Production described by Table 1.2., as compared to Table 1.2., indicates increase in production possibilities due to better, more efficient technology. If plotted in the same graph, new combinations will clearly show the shift of the whole PPF upwards.



Table 1.2. New Sedans-Trucks PPF

Sedans

Trucks

200

0

180

15

160

30

125

45

75

60

0

75
F igure 1.4. Sedans-Trucks PPF

In general, production-possibility frontiers illustrate many basic economic processes. If we plot a PPF with investment goods against consumption goods we will see how a trade-off “less consumption – more investment” will push out the next year’s possibilities of production. Economists like to illustrate different trade-offs using the PPF, for example: food vs. guns, public goods vs. private goods, and so on (2).



    1. Key Concepts

  • economics, microeconomics, macroeconomics

  • economic allocation: resources, production, distribution, exchange, consumption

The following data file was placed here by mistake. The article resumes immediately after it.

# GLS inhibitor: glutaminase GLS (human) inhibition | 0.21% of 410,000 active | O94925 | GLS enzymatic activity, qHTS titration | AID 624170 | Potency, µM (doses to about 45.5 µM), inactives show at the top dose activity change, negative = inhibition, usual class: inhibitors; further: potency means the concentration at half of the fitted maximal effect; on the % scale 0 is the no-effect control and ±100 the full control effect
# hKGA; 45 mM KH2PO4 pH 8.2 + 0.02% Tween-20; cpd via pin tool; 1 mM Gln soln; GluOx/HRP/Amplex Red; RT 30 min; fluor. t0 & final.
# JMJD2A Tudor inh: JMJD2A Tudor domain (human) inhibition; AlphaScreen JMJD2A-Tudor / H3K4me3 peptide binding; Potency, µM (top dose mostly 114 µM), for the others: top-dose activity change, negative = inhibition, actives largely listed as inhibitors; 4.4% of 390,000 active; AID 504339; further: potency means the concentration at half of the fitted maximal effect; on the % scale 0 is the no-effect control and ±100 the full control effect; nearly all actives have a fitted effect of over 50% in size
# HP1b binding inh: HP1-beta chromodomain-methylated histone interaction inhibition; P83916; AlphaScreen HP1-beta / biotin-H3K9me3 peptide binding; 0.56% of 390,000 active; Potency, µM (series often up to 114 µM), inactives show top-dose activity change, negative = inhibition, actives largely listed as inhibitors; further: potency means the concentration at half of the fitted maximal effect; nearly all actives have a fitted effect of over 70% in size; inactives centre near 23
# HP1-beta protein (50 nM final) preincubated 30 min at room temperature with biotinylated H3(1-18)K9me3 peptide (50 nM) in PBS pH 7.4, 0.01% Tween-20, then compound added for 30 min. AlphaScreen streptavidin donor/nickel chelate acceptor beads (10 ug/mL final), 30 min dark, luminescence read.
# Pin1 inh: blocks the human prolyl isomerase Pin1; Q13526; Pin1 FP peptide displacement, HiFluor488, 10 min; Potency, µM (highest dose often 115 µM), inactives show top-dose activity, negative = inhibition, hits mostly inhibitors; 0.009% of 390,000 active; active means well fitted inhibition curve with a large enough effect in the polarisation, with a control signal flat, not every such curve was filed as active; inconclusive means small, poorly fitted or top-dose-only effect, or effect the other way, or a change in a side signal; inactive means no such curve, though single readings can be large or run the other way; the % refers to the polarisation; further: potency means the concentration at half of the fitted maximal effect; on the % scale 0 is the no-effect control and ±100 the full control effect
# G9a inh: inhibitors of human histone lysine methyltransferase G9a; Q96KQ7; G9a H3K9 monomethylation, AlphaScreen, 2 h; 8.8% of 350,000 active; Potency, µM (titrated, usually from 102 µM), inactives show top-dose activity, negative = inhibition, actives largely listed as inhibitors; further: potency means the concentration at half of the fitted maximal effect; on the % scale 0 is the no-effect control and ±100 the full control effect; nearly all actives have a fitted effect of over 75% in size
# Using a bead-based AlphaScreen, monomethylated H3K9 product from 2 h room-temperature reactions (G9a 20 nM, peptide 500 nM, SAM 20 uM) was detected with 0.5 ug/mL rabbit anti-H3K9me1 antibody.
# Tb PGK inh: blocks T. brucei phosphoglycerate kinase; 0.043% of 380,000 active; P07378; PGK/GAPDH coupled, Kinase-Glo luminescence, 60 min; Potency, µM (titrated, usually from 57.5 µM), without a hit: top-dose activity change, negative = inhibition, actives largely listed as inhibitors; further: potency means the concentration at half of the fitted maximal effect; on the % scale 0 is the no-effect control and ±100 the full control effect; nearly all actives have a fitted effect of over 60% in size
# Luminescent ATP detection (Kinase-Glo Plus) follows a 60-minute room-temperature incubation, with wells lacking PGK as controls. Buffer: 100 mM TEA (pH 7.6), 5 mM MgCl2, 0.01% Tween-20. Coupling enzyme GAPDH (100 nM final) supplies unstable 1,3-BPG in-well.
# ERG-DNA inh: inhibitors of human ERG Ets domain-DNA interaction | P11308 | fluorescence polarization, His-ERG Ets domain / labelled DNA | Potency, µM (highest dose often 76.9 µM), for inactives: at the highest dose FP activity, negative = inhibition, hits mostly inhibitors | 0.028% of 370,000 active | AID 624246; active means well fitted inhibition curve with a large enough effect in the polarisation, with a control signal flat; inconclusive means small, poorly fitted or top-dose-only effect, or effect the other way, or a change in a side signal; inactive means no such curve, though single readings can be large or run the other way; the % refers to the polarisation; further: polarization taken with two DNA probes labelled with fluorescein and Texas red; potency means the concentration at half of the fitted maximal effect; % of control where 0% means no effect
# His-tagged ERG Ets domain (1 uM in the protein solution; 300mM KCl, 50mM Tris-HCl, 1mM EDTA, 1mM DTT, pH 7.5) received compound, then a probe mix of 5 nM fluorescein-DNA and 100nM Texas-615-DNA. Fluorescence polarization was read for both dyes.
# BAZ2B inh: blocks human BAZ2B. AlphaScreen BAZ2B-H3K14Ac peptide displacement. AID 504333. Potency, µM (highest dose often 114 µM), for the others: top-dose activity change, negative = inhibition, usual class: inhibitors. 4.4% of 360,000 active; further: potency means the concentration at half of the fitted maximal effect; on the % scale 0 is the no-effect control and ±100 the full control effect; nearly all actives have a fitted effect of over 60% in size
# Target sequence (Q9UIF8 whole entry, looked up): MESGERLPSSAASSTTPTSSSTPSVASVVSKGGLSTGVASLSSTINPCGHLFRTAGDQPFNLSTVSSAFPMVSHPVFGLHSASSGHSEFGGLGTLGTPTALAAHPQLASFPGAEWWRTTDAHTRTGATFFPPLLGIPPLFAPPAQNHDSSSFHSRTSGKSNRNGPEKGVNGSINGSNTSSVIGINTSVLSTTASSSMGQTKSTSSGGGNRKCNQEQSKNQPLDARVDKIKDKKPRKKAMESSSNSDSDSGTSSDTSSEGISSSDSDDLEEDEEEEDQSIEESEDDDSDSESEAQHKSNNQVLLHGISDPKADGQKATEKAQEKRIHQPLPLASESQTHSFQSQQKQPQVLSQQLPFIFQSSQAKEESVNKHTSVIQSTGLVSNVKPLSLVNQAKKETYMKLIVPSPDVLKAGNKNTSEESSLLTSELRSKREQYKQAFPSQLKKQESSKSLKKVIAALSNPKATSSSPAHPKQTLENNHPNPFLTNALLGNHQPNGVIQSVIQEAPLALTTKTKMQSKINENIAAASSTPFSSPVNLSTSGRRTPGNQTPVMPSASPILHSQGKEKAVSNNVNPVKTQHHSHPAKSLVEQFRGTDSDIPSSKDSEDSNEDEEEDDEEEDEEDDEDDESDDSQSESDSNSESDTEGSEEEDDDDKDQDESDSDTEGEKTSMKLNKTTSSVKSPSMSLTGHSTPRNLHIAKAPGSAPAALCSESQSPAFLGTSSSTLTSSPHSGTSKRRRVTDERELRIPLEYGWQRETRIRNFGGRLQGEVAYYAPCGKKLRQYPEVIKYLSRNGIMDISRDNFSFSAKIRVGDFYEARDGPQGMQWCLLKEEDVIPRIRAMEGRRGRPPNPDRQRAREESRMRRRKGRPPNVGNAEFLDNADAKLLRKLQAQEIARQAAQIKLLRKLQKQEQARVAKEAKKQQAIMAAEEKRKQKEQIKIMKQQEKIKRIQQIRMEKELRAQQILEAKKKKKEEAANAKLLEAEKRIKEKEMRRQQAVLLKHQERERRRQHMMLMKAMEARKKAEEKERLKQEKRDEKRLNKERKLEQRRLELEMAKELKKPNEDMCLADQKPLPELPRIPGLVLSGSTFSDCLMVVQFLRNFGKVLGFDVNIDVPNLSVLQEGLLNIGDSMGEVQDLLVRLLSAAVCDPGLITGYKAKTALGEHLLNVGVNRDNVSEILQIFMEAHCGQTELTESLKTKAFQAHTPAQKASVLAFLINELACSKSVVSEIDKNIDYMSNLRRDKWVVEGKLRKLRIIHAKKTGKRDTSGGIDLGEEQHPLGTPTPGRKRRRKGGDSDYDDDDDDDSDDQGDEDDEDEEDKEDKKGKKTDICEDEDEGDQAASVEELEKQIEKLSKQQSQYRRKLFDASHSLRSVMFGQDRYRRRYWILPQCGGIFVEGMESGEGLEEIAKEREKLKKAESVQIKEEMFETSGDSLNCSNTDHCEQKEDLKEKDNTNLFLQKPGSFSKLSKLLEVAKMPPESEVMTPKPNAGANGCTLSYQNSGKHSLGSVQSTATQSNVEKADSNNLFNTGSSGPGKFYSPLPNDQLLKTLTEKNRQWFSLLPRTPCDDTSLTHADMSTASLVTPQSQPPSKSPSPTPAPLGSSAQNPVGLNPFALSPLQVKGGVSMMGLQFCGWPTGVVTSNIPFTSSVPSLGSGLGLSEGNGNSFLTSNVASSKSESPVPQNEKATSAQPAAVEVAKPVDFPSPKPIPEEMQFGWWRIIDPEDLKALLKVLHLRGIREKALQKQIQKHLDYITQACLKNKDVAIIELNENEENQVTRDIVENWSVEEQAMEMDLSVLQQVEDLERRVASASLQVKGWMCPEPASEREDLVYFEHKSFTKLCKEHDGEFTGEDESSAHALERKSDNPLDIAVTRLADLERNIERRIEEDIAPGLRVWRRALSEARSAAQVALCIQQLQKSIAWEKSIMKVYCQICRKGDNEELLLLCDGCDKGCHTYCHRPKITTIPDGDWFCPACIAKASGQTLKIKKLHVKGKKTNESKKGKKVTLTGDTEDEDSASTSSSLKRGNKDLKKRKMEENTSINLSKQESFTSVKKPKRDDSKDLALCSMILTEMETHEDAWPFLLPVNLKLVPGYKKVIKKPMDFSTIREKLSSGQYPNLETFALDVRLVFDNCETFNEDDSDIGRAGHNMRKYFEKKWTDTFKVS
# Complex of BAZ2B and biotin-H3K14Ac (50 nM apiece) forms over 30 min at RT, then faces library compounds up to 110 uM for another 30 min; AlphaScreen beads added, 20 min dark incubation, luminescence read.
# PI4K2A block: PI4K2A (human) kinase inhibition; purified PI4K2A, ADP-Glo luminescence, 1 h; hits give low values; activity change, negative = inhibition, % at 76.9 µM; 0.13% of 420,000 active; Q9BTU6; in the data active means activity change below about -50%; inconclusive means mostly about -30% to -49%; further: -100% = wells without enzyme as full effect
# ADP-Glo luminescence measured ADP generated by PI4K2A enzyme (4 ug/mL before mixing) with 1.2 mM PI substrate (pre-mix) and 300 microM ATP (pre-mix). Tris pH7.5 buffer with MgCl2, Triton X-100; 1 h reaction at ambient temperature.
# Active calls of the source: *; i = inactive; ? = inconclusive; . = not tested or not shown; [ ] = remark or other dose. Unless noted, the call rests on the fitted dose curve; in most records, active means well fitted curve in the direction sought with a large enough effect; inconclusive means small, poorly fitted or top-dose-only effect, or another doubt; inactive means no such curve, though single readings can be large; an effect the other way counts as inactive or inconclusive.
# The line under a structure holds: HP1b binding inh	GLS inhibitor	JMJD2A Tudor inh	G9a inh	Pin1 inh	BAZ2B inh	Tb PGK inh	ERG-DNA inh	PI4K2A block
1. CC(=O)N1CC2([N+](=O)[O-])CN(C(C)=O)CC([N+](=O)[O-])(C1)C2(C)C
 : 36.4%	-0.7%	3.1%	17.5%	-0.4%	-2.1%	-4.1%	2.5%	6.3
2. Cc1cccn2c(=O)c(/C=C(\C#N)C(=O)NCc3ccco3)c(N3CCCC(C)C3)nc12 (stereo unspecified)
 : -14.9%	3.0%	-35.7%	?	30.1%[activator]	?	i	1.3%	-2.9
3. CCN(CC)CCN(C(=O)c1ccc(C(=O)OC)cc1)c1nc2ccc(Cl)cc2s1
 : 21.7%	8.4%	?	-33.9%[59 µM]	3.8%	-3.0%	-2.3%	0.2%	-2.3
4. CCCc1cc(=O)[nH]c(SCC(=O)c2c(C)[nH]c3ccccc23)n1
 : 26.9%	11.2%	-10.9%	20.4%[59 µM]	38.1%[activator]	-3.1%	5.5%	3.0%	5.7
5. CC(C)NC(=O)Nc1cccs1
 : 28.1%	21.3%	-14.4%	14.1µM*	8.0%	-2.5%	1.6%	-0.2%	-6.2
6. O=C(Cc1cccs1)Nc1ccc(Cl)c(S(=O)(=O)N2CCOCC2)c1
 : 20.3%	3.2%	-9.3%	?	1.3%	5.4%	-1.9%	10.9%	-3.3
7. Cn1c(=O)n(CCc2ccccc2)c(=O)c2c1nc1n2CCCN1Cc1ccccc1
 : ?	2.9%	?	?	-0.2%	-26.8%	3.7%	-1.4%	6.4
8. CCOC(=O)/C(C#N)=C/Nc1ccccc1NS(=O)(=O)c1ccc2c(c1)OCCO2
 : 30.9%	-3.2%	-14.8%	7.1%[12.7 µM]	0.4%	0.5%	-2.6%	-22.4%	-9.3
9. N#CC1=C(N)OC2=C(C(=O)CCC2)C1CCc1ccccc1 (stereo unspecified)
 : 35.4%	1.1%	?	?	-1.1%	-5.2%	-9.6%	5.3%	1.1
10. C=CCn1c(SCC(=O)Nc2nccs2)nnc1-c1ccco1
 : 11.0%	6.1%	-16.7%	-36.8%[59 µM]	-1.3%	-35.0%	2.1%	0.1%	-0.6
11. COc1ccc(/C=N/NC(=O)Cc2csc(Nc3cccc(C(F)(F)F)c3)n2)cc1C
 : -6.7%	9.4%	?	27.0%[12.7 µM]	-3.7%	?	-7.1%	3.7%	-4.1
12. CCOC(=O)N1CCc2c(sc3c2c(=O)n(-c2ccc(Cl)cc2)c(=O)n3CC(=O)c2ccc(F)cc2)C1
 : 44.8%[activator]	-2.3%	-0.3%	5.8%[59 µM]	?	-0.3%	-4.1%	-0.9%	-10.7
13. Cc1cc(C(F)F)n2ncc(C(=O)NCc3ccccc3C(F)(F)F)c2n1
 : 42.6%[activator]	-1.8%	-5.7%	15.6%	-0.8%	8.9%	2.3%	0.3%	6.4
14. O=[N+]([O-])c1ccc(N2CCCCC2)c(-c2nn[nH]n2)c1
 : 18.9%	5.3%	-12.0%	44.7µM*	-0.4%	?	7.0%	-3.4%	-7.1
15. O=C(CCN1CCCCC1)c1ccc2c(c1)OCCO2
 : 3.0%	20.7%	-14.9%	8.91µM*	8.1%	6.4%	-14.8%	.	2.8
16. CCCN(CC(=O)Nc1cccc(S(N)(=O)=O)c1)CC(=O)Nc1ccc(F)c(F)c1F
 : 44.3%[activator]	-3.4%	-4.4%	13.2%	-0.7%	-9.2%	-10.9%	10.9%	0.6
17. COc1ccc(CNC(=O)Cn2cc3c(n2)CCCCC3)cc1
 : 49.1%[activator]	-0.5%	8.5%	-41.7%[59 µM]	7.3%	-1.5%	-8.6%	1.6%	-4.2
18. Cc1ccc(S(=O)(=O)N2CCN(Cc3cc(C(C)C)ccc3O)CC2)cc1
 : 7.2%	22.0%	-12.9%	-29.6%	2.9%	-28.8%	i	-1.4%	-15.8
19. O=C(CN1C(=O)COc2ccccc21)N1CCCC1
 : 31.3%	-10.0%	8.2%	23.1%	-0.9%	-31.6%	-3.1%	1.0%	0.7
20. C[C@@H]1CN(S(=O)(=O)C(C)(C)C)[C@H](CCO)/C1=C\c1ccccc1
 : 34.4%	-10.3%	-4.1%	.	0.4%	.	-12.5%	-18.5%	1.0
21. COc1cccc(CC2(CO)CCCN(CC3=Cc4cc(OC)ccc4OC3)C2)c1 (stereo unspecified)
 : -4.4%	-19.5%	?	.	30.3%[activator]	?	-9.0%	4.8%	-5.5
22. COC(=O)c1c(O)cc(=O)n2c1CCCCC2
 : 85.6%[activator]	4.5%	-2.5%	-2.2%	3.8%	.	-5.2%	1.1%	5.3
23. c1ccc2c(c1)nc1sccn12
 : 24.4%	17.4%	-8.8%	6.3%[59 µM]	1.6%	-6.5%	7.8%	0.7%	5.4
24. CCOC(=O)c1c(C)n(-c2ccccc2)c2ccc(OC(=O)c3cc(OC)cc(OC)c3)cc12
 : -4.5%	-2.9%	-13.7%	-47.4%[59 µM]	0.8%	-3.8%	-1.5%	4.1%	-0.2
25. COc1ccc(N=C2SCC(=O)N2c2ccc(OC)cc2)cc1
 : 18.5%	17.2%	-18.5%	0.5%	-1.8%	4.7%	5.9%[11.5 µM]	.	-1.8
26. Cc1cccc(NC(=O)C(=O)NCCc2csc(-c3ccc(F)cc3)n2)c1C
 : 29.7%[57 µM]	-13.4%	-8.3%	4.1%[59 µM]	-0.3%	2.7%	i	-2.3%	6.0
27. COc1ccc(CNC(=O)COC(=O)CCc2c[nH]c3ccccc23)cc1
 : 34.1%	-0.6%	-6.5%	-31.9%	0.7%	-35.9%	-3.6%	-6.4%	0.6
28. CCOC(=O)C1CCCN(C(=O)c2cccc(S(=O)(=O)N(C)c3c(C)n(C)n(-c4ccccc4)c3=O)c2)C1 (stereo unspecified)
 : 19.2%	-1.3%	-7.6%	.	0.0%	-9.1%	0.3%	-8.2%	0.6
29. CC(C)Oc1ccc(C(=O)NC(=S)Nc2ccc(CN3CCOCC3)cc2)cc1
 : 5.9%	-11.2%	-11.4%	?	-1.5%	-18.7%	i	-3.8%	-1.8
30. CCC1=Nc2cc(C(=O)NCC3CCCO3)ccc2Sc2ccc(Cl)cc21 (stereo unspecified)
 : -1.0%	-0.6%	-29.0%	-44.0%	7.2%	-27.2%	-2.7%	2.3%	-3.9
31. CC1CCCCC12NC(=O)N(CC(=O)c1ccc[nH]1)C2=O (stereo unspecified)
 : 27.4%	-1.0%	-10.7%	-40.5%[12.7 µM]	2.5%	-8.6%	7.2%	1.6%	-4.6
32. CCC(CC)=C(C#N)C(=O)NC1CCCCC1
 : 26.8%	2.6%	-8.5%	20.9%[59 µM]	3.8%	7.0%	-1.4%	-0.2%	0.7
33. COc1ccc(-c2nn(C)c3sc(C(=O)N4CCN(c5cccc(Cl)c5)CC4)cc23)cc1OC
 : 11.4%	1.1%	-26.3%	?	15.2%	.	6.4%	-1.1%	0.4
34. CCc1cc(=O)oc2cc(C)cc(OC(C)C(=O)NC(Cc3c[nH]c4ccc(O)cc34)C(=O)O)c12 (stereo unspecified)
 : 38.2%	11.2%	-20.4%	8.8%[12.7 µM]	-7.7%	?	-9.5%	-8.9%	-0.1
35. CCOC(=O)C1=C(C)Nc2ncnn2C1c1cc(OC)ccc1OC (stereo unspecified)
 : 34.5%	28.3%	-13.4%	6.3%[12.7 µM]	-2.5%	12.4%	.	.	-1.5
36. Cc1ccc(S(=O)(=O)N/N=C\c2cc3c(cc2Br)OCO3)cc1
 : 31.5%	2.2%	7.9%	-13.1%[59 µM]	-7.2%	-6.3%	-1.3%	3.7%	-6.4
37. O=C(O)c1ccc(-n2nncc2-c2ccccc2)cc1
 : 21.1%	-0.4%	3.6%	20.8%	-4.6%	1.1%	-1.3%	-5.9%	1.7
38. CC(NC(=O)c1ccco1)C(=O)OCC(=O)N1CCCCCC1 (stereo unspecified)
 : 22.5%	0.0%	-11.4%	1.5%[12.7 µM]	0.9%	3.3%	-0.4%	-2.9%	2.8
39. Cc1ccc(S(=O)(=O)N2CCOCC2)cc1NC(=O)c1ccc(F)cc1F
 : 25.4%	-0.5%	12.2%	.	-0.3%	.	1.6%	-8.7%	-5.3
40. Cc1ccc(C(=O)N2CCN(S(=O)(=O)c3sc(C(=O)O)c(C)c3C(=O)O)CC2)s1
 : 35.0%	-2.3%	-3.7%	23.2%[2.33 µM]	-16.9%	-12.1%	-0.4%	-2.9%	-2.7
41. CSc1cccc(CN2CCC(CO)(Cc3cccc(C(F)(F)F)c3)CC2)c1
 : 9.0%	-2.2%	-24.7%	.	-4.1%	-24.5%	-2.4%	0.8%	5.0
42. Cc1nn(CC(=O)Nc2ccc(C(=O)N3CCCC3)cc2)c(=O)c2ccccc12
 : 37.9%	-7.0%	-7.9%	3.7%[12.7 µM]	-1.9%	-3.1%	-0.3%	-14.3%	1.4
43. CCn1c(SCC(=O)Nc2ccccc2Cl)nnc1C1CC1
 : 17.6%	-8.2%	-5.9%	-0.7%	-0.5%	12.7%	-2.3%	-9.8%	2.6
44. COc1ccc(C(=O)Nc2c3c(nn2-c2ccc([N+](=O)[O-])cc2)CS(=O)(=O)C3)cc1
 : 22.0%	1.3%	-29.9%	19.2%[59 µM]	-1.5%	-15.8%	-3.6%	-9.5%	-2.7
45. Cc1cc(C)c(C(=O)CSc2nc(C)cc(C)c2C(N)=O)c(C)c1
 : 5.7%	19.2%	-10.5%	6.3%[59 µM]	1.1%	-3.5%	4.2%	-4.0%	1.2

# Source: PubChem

• free goods vs. economic goods


  • scarcity, alternative uses

  • opportunity cost

  • production, inputs, outputs

  • production-possibility frontier (PPF)

  • productive efficiency & inefficiency

    1. Discussion Questions

  1. If government decides to analyze financial sector and its impact on national economy, will it involve microeconomic or macroeconomic analysis? How about tourism industry? Foreign trade?

  2. What are advantages (if any) of processing crude oil, rather than selling it straight away? What factors could possibly influence such a decision?

  3. Which part or parts of the allocation process (see section above) do you consider most important? Why?

  4. Do you think use of scarce resources in production of your country is efficient? Is distribution and exchange of goods and services fair?

  5. What natural resources are scarce in your country? Are they scarce in other countries as well?

  6. What is opportunity cost to your economics studies? How would you value full cost of studies?

  7. Give some examples of goods and services which are both outputs, and inputs.

  8. What variables influence your grades. How do you think they relate to your grades – positive, negative, neutral?

  9. What does the shape of the PPF tell us? Why is the PPF shaped the way it is?